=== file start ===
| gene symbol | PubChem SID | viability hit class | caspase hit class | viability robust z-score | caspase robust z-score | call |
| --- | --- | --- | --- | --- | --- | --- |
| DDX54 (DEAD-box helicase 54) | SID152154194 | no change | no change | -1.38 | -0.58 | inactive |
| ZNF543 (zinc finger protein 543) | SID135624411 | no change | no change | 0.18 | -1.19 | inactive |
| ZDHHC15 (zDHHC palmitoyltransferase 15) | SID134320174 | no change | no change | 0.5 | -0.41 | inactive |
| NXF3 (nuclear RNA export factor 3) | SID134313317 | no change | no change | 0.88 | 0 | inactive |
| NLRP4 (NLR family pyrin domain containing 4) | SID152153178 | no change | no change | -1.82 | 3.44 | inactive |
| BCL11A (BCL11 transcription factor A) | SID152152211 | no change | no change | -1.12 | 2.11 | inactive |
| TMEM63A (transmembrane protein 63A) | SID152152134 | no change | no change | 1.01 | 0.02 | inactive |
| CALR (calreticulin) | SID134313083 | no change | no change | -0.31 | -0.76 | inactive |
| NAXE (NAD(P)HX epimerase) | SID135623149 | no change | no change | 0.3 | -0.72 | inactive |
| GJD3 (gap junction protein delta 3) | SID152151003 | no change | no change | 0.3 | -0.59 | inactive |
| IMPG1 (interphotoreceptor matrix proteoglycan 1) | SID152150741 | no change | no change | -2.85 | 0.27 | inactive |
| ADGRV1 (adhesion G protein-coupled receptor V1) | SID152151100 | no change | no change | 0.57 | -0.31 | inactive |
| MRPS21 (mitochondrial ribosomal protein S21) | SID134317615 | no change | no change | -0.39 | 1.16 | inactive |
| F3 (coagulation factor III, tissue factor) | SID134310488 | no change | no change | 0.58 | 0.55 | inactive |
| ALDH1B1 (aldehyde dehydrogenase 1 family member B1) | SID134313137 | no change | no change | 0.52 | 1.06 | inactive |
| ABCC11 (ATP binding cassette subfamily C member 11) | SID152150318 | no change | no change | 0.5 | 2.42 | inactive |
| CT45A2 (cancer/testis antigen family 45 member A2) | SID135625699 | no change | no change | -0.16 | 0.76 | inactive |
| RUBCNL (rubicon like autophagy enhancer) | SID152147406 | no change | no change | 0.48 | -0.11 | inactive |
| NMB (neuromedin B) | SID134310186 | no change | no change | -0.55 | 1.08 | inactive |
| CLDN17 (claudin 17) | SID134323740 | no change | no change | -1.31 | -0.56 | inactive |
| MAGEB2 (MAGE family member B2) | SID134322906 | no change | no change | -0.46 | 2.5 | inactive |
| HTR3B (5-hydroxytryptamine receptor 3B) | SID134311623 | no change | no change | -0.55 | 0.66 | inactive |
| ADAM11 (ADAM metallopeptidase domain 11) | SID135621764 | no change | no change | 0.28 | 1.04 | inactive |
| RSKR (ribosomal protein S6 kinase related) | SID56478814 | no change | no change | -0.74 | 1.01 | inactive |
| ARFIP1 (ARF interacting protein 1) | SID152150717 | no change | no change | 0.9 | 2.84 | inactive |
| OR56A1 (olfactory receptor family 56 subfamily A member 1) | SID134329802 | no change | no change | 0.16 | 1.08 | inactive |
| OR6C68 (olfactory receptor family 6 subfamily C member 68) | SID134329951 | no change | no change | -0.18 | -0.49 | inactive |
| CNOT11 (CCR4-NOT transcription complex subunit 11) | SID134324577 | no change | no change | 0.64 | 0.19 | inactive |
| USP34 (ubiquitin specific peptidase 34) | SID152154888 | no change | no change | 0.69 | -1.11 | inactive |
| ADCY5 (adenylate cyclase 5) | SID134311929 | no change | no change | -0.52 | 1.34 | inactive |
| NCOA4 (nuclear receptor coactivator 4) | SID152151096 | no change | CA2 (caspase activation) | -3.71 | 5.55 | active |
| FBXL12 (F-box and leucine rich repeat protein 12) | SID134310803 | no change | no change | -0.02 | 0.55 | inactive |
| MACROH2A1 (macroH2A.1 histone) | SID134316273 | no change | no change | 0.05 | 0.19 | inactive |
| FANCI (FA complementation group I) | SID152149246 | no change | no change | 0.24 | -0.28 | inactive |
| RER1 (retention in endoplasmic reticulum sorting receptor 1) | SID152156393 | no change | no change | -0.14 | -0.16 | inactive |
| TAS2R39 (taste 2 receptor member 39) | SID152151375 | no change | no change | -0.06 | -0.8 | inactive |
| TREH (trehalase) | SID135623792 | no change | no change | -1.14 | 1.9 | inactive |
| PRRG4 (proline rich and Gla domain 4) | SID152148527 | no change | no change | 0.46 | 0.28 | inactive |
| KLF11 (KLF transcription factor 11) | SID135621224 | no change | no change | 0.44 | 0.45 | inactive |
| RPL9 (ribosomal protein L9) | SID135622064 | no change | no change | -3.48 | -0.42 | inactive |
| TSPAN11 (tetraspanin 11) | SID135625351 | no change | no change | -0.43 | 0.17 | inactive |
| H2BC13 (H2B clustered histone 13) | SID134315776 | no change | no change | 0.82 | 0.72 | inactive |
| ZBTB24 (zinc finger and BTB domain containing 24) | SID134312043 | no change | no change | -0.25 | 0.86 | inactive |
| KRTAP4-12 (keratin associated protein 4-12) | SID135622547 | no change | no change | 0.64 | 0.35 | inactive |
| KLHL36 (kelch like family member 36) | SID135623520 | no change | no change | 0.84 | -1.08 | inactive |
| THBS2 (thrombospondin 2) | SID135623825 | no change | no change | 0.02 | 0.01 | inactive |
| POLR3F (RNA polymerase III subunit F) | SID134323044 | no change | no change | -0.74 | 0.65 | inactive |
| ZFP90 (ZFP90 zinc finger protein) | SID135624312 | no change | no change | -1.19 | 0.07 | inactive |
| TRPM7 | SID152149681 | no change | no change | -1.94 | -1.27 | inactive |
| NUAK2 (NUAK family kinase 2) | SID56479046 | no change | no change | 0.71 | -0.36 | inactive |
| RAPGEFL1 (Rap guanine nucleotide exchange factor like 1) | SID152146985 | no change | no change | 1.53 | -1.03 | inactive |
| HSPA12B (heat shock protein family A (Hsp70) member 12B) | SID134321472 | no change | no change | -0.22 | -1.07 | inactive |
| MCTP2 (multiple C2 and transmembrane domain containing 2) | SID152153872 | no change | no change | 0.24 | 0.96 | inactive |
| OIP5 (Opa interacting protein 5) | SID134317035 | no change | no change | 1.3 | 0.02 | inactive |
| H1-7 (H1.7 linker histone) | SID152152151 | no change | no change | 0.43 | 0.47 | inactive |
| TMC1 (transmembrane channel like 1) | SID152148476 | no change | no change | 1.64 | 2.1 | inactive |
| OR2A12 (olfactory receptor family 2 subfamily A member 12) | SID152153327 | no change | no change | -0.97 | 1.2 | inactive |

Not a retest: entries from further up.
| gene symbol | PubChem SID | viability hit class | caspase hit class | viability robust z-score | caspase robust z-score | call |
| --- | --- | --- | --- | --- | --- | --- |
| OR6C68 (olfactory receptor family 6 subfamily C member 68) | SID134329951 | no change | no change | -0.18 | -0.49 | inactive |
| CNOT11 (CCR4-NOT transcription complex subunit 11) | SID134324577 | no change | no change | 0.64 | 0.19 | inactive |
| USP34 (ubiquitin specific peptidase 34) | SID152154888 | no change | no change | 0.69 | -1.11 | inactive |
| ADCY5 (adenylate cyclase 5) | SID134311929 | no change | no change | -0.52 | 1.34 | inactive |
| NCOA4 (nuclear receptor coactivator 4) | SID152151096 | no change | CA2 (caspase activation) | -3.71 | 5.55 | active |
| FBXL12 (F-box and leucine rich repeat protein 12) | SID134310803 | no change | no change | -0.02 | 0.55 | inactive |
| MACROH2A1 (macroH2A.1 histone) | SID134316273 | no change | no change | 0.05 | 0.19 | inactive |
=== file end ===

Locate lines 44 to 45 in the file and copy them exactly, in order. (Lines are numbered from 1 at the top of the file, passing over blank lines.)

| H2BC13 (H2B clustered histone 13) | SID134315776 | no change | no change | 0.82 | 0.72 | inactive |
| ZBTB24 (zinc finger and BTB domain containing 24) | SID134312043 | no change | no change | -0.25 | 0.86 | inactive |